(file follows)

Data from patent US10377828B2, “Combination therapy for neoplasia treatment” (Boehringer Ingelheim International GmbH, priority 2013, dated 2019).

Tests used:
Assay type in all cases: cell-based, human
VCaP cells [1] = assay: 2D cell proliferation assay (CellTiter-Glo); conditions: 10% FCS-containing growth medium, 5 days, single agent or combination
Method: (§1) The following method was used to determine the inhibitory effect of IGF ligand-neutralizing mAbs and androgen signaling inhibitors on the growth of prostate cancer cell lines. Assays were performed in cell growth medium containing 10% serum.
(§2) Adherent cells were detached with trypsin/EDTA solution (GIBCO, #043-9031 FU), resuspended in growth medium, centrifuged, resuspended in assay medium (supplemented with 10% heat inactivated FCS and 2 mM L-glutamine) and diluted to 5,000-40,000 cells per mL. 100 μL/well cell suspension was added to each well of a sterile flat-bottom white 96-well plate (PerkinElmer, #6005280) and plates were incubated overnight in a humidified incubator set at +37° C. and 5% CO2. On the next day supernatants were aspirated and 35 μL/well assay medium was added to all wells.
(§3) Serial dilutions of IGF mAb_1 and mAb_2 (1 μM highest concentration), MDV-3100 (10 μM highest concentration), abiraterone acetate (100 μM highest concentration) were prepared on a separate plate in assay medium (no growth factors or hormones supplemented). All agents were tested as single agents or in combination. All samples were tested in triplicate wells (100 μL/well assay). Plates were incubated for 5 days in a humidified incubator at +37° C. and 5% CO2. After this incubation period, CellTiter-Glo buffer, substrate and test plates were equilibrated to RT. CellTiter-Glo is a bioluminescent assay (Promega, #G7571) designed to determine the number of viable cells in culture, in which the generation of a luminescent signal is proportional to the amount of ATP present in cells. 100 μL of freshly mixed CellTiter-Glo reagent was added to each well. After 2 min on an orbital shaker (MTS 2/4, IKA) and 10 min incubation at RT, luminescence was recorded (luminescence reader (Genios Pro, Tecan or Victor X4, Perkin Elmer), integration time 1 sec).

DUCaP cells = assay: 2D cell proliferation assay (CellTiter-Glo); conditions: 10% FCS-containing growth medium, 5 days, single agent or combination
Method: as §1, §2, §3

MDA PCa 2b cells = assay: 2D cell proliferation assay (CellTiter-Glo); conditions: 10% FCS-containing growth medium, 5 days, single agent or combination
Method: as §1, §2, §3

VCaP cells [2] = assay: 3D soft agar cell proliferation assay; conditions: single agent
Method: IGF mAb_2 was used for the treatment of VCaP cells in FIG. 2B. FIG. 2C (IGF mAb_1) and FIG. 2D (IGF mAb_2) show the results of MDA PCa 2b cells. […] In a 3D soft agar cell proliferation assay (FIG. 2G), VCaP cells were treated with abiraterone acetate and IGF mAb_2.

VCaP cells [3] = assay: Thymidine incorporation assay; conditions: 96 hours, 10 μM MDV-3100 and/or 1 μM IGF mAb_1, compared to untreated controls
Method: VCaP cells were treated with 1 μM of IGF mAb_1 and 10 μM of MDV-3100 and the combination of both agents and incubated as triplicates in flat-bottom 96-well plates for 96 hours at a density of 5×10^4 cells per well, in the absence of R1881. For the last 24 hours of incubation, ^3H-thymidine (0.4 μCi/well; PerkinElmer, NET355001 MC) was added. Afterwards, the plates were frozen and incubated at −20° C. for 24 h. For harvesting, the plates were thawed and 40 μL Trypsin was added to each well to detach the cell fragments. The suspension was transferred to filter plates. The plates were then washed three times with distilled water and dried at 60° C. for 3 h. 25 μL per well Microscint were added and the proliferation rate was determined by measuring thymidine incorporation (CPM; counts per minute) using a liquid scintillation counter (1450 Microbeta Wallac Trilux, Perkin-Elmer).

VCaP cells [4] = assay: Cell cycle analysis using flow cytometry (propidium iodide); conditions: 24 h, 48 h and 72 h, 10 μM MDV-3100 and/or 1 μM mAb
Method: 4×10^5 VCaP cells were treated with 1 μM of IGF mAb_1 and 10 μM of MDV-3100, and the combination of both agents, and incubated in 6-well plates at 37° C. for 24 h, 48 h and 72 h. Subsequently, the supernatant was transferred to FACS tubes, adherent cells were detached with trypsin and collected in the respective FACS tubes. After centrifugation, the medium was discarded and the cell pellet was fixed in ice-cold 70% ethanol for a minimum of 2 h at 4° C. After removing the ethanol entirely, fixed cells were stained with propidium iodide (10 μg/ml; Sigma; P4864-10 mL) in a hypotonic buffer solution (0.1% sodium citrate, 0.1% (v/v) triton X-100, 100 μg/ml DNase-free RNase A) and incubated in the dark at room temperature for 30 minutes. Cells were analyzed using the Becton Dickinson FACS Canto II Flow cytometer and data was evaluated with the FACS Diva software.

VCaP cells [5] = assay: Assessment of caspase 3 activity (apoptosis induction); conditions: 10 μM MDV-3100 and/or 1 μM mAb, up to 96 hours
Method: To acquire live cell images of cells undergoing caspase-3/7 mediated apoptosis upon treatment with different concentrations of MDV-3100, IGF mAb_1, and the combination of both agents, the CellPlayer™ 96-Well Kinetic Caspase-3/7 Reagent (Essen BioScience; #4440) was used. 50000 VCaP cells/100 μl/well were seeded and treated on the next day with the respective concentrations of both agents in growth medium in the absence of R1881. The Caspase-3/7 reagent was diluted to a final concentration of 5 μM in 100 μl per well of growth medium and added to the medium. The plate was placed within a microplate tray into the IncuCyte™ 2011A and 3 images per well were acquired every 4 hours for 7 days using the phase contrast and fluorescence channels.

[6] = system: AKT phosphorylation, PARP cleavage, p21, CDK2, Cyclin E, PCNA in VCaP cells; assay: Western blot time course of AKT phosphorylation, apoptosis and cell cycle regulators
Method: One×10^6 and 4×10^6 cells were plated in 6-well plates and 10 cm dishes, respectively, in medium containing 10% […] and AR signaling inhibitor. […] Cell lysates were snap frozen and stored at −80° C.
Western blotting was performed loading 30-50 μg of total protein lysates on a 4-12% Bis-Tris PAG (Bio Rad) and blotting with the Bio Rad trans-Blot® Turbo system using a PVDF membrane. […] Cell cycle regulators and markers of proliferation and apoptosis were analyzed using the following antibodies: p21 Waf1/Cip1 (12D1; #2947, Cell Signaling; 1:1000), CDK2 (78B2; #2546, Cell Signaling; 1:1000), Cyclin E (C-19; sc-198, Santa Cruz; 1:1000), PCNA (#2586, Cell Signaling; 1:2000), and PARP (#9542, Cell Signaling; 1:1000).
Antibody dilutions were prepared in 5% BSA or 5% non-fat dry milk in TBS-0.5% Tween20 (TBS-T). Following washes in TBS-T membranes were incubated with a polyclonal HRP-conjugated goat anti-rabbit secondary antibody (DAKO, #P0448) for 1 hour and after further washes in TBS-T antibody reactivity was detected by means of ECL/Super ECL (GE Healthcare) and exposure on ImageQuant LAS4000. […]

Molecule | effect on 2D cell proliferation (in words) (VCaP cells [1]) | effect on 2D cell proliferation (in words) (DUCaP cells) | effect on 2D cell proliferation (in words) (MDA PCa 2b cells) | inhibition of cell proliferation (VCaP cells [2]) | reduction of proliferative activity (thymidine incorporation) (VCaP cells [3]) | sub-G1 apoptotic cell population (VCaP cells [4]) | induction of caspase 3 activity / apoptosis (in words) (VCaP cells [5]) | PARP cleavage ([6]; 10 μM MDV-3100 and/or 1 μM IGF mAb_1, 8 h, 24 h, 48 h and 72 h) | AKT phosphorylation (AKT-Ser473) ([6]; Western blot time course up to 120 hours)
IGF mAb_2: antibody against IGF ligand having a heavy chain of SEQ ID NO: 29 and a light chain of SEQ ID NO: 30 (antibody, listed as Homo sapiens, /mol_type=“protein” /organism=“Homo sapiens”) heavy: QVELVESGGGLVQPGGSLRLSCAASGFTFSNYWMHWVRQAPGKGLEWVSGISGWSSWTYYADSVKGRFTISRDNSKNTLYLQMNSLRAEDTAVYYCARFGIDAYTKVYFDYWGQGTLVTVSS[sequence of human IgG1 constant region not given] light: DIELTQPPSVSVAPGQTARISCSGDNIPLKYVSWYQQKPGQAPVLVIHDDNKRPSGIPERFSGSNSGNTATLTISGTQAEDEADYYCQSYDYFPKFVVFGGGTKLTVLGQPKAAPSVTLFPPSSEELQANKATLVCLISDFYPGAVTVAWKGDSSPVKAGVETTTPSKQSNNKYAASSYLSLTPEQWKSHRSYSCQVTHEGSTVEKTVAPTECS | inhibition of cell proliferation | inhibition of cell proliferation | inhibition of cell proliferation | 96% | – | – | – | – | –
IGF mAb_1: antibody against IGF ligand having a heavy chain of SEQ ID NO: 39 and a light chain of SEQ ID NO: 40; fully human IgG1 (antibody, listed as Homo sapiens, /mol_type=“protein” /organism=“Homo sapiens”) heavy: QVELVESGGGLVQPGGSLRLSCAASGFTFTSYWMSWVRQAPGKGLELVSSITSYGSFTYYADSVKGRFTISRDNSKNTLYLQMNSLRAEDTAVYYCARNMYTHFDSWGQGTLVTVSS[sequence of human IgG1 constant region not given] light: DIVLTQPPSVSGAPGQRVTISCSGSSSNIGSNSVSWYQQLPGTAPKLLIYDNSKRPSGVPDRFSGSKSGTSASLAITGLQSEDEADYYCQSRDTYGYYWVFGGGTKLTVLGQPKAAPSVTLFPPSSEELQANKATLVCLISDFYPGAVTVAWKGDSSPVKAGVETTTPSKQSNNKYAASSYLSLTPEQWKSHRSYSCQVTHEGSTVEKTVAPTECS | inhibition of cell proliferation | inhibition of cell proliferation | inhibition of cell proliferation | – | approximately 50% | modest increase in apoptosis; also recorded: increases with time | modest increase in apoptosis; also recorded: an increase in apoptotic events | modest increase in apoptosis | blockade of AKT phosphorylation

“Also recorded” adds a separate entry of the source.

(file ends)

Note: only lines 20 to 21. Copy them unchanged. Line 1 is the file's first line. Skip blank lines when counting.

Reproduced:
[6] = system: AKT phosphorylation, PARP cleavage, p21, CDK2, Cyclin E, PCNA in VCaP cells; assay: Western blot time course of AKT phosphorylation, apoptosis and cell cycle regulators
Method: One×10^6 and 4×10^6 cells were plated in 6-well plates and 10 cm dishes, respectively, in medium containing 10% […] and AR signaling inhibitor. […] Cell lysates were snap frozen and stored at −80° C.